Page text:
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New Times' Ganja Jerk Chicken Recipe Featured on New Weed-Centric Food Site

Three years ago, New Times boldly took your chicken where it had never gone before — namely, to the local head shop. Our "ganja jerk chicken" offered connoisseurs a way to get their THC fix and satisfy their munchies all in one convenient spot.

Now that recipe is going legit. Seattle resident Keith Cushner has included ganja jerk chicken and other weed-infused recipes on his new website, twotentwice.com (for the mathematicians out there, that's 420).

The site, which launched a little more than a month ago, is about all things weed-related. It includes a dispensary directory for Washington state — because recreational weed is legal there — and it also keeps track of what's going on in other states.

"It's for people who don't want to go to Weedmaps or High Times," Cushner says. "There's a lot of garbage on the web."

Cushner runs a marketing department for an online media company that concentrates on search engine optimization. He, along with a friend, created the website as a side project but hopes to turn it into a full-time thing.

Cushner's crew scoured the web for weed recipes for at least a year. He tried some of them, such as chicken noodle soup and even attempted to make weed ice cream.

"There's definitely some subjectivity to it," he says. "We went with the recipes we felt would be enjoyed by the most visitors on our site."

He hasn't yet tried New Times' contribution to culinary weed culture but says it's on his list of things to do. The inspiration for the weed recipes came from a party in Vale, Colorado (where recreational pot is also legal), which involved "every food imaginable" infused with THC, or tetrahydrocannabinol, Cushner says. THC is the psychoactive chemical in cannabis that makes you high.

"You can go buck wild with food," he says, "whether it's in the butter or the milk. You can really play around with the potency. You can put it on everything."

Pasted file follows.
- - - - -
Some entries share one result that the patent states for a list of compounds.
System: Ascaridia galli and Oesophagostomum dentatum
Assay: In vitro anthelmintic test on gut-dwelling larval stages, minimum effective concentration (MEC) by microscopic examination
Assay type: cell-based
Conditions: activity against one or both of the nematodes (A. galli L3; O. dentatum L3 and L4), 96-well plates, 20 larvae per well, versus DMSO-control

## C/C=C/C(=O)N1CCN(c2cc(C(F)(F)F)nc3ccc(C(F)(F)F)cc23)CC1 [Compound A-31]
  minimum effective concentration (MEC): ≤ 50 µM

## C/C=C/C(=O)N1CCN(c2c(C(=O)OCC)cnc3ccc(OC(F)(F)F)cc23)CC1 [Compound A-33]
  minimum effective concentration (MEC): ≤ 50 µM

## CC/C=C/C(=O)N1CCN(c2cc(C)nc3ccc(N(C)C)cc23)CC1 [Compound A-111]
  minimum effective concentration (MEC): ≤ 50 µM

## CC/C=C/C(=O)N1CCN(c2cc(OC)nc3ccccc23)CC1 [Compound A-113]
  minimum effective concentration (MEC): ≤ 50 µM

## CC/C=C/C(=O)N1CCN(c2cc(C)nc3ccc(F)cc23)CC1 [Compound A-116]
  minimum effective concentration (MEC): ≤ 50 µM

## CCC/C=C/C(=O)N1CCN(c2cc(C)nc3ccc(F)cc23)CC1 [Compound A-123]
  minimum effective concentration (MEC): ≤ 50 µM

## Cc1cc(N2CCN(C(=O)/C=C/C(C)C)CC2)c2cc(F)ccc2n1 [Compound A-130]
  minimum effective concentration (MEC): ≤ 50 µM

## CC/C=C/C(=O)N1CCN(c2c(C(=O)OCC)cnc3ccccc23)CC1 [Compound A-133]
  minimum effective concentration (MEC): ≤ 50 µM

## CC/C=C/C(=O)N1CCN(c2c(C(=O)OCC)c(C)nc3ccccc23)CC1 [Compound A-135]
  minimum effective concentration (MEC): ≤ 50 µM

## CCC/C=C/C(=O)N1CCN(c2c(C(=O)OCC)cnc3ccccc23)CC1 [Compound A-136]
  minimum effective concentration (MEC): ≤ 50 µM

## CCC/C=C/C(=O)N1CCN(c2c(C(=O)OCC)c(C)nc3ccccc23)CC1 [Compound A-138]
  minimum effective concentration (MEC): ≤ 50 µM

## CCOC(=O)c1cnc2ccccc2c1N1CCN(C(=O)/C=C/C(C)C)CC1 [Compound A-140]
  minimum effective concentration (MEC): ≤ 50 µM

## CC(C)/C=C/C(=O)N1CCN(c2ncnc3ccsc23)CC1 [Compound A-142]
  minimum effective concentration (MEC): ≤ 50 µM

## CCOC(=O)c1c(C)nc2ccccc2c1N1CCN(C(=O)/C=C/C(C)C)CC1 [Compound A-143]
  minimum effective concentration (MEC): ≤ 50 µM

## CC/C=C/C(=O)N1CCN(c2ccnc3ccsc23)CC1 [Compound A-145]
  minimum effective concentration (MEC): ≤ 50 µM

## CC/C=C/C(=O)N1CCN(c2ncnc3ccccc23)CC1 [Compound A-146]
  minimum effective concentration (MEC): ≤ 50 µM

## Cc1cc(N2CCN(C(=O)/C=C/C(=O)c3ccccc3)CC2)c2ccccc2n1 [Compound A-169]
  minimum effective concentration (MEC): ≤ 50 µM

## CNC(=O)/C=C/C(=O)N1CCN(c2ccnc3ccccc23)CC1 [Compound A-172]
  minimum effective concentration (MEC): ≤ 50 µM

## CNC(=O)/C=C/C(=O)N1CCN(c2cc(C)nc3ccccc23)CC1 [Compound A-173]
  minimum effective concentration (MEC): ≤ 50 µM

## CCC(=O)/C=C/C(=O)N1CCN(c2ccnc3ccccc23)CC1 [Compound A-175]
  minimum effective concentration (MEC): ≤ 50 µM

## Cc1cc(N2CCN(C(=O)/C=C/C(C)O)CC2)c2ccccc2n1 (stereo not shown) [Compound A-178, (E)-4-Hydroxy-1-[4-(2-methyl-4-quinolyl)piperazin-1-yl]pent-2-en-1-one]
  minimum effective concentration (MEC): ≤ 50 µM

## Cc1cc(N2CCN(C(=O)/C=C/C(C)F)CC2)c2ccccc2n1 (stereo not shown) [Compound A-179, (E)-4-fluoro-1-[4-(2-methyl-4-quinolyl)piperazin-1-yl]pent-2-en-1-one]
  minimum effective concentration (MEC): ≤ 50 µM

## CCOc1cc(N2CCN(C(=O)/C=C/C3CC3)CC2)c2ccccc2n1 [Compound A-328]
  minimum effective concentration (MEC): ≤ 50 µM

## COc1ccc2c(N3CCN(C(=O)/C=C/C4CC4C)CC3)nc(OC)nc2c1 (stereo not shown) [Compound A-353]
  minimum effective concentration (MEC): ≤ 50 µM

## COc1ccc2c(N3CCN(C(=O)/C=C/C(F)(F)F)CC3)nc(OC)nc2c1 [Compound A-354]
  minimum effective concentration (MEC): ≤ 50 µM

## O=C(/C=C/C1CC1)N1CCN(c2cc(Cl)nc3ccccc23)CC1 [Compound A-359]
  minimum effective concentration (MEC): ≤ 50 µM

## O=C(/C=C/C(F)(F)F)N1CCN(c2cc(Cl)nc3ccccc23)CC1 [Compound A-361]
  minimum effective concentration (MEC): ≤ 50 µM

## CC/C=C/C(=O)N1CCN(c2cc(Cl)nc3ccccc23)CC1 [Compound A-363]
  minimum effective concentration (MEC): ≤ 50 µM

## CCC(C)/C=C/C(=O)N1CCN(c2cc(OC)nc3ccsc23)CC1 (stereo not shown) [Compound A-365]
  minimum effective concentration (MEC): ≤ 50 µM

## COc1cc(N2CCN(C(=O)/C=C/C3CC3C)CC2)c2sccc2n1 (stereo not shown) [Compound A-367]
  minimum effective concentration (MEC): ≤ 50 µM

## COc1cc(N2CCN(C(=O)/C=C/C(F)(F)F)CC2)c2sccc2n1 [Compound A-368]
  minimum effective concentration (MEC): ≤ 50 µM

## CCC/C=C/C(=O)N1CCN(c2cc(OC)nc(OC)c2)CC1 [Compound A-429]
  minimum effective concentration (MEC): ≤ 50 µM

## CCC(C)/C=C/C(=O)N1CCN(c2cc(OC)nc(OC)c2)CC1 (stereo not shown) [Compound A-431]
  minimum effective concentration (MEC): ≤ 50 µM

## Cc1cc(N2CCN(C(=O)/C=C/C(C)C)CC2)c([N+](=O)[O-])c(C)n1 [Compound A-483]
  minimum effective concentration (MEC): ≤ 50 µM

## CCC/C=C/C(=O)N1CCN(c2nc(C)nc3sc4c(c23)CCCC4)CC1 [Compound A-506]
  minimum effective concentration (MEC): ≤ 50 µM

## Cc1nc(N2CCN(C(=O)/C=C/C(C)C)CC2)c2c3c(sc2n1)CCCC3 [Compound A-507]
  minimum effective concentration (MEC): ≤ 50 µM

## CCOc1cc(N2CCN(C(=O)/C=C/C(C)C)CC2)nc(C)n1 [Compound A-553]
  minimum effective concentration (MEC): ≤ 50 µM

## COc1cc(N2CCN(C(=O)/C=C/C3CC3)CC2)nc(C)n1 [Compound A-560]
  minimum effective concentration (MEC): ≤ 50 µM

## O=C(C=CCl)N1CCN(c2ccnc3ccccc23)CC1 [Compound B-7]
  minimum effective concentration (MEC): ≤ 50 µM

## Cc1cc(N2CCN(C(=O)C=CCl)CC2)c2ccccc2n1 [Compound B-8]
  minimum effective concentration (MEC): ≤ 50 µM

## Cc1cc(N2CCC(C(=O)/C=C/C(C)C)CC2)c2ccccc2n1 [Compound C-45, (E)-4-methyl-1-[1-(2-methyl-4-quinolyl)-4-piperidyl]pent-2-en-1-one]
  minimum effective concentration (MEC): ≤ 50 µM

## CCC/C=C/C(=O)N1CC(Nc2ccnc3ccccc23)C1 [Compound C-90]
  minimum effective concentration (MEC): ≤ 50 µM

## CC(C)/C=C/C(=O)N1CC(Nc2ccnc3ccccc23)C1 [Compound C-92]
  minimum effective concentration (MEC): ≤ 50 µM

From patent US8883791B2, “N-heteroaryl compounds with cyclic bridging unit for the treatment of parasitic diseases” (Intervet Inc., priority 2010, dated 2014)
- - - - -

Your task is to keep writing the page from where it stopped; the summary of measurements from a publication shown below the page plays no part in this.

But Floridians wouldn't know about that because recreational cannabis is illegal in the Sunshine State. Miami-Dade County recently decriminalized possession of marijuana, giving the cops the option to fine you $100 instead of throwing you in jail. In most parts of the state, however, possession can still land you jail time.

Florida has made some progress in legalizing medical marijuana. Last November, Gov. Rick Scott approved a strain of marijuana known as Charlotte's Web to be given to children who suffer from seizures and debilitating illnesses — which followed a statewide medical pot amendment that barely failed at the polls. The strain is mostly composed of cannabidiol, which doesn't get you high.

Cushner's website also keeps track of marijuana legalization efforts in all 50 states, including for medical purposes. With Oregon becoming the most recent state to legalize recreational marijuana and several states with pending legislation to do the same, Cushner believes he is seeing a trend.

He also believes that the South — which includes Florida — will be the last holdout to legalize even though there are bills running the gamut in legislatures that could legalize marijuana in the near future.

"The South is going to be a struggle," Cushner says. "The South is going to be the section of the country that doesn't reform nearly as quickly, but that's not surprising."

With marijuana being almost decriminalized in Miami, maybe we'll see some cannabis culinary creativity. We didn't think anyone would take our recipe seriously because, after all, we just made it up. But we're glad someone did.

In case you forgot the recipe, here it is: 

  • A bunch of chicken legs, wings, thighs, breasts
  • A few packets of premade jerk chicken marinade
  • Hash oil and THC honey

Well, it's quite simple, really. First, fire up the grill to anywhere from 350 to 400 degrees. You can substitute the olive oil for hash oil and the molasses for THC honey. Mix the packets of jerk chicken marinade, hash oil, and THC honey in a big bowl; then transfer the chicken parts to the bowl, smothering them with marinade. Now toss 'em on the grill and cook to perfection. If you prefer an oven, preheat it to 350 degrees, place the chicken on a baking sheet, place in the oven, and cook for about 50 to 60 minutes.

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David Minsky is a U.S. Navy veteran and Tulane graduate who has experience reporting on stories from California, South Florida, and the Deep South. He has also won some journalism awards. Email or tweet David with story tips and ideas.
Contact: David Minsky